Should I dress as a teenager? Accessorize with sass, punch with pizzazz and cut being droll like a troll? That’ll be like totally lit!

Happy Halloween everyone!

Distressed (in) Jeans

Regular readers know I take a commuter train into work. Folks have asked me to describe it and I often feel like a tree being asked to talk about the weather. I mean, no day is like any other. There are changes to atmospheric conditions, air quality, moisture, noise levels, pollution and climatic conditions.

Ever since smartphones arrived, most folk surrender to the phones and I am left looking to find a few folks like me who read a book in the old fashioned manner. The trains have been getting more and more crowded too, and to see folks standing from the first station is not uncommon.

So, obviously, one day when I walked into the train, and not only found a place to sit, but also a thick-ish Vogue magazine lying on the seat, I was happy. It seemed like an empty day to commute into the city, and I called my brother. I try to avoid making phone calls on the train (There is an interesting blog absolutely rattling in my head about phone calls, and one day I shall have to simply shake myself like a dog stepping out of a swimming pool after being flung in, and let the contents spill out, but till then read about the Hippoceres Effect).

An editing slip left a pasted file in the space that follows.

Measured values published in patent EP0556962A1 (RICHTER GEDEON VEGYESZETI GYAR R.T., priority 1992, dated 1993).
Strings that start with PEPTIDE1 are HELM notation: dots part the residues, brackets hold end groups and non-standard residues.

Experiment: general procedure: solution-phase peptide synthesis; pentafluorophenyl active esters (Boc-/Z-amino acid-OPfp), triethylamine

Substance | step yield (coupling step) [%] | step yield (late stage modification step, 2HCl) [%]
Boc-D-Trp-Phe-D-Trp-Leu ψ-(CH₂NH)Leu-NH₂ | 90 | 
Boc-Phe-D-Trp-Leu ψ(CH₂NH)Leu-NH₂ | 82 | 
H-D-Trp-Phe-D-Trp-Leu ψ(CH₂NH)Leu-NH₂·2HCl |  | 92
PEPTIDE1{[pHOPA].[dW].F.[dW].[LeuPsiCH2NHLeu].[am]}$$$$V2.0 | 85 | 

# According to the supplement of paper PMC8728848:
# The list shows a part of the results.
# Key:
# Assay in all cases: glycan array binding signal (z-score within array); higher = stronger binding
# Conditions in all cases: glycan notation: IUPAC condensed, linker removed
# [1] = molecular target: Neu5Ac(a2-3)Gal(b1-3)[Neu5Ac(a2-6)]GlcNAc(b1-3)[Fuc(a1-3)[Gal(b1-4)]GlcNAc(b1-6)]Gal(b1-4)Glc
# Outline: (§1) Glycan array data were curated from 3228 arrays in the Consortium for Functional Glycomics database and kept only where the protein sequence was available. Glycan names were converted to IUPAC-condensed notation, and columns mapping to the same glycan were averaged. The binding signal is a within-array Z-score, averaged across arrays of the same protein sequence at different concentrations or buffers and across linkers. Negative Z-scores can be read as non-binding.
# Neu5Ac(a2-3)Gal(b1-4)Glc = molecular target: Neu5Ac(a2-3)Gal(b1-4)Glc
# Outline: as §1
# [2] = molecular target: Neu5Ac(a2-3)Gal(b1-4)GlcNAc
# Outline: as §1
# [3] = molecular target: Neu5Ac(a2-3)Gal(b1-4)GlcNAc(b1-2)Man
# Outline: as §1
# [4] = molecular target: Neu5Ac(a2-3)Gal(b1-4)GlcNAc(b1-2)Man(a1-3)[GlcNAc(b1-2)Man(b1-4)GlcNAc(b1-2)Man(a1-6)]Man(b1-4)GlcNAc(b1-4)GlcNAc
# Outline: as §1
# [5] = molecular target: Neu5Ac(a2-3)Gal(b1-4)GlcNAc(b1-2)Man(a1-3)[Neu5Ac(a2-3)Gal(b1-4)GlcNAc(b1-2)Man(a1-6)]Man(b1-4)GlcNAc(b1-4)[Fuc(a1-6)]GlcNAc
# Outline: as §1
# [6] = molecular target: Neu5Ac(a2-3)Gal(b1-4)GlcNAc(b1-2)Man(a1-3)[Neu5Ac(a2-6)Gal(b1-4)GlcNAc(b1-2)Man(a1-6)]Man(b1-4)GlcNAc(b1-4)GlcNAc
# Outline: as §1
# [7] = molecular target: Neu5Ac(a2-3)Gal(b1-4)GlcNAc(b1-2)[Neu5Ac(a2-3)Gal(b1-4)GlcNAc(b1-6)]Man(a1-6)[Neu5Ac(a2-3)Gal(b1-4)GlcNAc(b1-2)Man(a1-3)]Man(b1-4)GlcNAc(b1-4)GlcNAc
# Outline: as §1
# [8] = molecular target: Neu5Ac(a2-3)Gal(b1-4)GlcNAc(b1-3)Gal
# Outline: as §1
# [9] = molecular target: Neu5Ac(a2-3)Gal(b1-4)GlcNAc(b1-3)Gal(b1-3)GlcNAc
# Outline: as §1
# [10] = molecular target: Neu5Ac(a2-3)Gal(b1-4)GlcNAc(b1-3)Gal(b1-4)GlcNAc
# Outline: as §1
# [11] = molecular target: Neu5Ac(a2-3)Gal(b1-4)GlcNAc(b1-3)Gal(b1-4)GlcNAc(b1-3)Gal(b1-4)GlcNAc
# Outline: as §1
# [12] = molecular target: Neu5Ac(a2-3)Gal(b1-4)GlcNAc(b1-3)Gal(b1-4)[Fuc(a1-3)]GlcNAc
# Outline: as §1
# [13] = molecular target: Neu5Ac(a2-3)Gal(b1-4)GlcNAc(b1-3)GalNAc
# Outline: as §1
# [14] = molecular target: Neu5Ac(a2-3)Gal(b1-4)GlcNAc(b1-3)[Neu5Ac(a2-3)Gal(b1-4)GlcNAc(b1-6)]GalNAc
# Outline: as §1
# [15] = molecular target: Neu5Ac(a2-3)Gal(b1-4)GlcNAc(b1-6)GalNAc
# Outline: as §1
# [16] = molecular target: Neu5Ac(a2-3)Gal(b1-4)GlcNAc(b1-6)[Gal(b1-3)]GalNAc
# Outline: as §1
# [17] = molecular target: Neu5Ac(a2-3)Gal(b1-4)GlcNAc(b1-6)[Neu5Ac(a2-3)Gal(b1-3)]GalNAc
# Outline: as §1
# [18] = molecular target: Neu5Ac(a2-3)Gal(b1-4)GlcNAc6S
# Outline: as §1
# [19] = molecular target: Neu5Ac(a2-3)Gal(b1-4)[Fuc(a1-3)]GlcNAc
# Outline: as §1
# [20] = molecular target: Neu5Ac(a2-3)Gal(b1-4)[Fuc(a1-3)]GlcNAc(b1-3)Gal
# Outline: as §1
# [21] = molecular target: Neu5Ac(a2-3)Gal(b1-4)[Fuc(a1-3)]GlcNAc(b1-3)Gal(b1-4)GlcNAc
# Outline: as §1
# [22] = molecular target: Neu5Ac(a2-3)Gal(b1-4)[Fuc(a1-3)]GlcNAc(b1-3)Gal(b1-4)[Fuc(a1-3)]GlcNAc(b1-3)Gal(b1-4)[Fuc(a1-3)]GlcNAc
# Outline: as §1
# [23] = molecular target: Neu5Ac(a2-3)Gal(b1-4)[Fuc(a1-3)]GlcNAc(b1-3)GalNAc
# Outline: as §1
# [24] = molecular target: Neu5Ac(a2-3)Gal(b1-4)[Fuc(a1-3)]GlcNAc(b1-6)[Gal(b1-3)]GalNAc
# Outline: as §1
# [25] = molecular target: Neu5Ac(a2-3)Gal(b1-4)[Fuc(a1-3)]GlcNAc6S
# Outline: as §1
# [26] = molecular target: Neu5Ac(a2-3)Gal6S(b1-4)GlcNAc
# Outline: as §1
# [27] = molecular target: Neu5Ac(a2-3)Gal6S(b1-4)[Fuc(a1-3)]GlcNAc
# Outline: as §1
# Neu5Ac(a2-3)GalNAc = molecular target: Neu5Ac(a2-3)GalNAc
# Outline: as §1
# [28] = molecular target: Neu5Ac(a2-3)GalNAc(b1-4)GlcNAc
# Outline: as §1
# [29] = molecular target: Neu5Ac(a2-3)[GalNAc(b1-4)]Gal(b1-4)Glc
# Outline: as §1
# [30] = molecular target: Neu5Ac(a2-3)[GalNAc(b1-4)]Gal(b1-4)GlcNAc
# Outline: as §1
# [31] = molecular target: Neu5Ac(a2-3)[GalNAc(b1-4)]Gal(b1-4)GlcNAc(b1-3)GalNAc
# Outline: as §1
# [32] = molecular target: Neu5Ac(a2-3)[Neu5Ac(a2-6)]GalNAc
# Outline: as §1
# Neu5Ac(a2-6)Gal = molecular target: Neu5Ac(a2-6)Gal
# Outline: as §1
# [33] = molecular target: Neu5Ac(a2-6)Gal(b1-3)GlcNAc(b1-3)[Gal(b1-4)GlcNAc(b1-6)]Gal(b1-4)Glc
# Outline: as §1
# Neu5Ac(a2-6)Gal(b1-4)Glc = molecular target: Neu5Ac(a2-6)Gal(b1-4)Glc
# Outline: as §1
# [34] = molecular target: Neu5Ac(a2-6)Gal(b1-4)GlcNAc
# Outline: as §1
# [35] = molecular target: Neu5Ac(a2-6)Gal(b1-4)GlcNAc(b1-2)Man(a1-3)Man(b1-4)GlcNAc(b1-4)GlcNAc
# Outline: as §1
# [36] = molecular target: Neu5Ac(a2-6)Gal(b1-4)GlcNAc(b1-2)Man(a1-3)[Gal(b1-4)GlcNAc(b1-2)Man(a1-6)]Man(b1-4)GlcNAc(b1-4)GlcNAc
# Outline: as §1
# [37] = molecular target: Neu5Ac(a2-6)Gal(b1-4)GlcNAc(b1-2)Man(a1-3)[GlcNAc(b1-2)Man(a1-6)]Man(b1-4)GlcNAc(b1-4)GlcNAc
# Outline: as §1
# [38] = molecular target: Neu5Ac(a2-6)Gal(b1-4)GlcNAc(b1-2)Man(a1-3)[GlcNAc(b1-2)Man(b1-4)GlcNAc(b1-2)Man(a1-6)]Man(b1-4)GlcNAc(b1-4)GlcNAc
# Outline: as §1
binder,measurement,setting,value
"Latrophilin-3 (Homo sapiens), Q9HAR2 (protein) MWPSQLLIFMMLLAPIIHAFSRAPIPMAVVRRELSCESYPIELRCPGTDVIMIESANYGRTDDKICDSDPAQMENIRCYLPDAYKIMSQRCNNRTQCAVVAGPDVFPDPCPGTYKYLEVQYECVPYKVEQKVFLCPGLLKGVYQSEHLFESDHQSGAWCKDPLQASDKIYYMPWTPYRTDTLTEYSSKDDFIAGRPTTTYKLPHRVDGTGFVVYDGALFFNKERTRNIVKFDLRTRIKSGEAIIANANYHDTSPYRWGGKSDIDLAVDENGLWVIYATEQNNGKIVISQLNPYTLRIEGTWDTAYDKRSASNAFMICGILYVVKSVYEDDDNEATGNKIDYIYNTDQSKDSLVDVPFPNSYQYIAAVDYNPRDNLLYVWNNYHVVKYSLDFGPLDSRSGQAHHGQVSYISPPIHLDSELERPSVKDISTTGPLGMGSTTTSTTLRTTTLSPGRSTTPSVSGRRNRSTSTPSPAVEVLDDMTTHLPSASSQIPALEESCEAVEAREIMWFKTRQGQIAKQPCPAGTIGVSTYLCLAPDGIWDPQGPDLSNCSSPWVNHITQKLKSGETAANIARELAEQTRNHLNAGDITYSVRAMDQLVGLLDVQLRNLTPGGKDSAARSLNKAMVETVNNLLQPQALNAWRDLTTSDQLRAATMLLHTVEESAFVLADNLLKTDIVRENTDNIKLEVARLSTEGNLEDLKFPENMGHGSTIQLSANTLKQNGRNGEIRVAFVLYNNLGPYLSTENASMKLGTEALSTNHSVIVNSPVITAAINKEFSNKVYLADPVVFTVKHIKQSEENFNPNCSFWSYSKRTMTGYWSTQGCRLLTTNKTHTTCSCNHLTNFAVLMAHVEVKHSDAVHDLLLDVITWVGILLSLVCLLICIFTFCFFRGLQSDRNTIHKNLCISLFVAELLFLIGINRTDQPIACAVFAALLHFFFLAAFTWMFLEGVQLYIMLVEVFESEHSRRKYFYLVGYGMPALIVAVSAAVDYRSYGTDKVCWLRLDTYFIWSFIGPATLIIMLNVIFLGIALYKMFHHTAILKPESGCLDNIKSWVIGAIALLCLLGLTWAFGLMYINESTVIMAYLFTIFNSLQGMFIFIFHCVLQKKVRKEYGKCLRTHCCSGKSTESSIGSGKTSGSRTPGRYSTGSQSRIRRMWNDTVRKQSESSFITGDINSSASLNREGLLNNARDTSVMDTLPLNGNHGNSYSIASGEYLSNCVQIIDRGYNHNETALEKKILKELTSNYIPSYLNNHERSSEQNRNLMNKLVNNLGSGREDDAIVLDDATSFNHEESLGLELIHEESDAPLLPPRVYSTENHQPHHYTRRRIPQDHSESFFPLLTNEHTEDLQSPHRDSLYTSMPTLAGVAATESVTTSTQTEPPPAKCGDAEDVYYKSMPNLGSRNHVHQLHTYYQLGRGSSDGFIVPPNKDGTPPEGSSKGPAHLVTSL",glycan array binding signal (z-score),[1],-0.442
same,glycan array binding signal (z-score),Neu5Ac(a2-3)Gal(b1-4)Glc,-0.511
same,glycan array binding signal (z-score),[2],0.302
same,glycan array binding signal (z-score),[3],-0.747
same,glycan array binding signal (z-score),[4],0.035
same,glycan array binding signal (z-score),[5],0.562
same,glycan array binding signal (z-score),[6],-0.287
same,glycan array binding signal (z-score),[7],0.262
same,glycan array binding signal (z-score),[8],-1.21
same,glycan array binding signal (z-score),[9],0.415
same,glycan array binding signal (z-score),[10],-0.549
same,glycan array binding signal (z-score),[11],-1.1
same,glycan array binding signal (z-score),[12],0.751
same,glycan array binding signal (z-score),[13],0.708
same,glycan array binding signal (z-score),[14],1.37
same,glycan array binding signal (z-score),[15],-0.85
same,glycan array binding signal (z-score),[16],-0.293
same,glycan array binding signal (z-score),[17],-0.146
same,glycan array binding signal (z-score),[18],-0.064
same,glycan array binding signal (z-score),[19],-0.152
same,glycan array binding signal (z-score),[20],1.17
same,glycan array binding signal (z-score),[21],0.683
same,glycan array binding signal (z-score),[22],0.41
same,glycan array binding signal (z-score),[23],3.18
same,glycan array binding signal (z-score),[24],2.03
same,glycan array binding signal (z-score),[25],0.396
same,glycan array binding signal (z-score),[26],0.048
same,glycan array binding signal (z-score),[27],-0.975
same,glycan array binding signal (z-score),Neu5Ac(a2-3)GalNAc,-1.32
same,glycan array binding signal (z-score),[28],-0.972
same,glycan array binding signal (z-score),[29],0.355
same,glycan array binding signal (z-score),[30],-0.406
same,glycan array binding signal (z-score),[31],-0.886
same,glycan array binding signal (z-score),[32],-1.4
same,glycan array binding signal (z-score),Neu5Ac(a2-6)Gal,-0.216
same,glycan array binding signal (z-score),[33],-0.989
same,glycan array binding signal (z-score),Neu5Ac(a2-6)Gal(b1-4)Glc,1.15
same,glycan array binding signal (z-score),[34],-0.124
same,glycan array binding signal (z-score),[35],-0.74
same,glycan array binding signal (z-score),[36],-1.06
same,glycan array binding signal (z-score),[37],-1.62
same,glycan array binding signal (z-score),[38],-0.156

I must confess that Fashion is not my area of interest. I have been known to wear clothes stitched from curtain cloth and fit like pillow cases. So, I was obviously intrigued to see what appears in the Vogue. Vogue, I hear, is like the Taj Mahal of fashion magazines and so on.

As I was idly swapping stories with the brother while thumbing through Vogue, I noticed that Fashion must be a terribly sad and serious business. One did not have to be perspicacious to notice that. It is no surprise that folks like me don’t set store by it. All the women models looked they had been through the most trying times in their lives. They looked abused, beaten, sad, morose or downright pugnacious. The men looked unshaven, querulous, cunning or sulky. Some of them wore torn jeans (I have been told that these are called Distressed Jeans – it certainly distressed me.)

And the poor things all looked like they could use a good meal. I am glad to see I am not the only one who thinks this way.
http://www.bbc.co.uk/newsbeat/article/35975219/advertising-authority-says-gucci-model-was-unhealthily-thin

The book had about 400 pages and there were no smiles there. Talk about sombre reading. If it were not for the fact that I was chatting merrily with the brother, I should have sobbed. The torn clothes, the misery in their eyes, the tortuous moments captured on film. Heart-rending I tell you.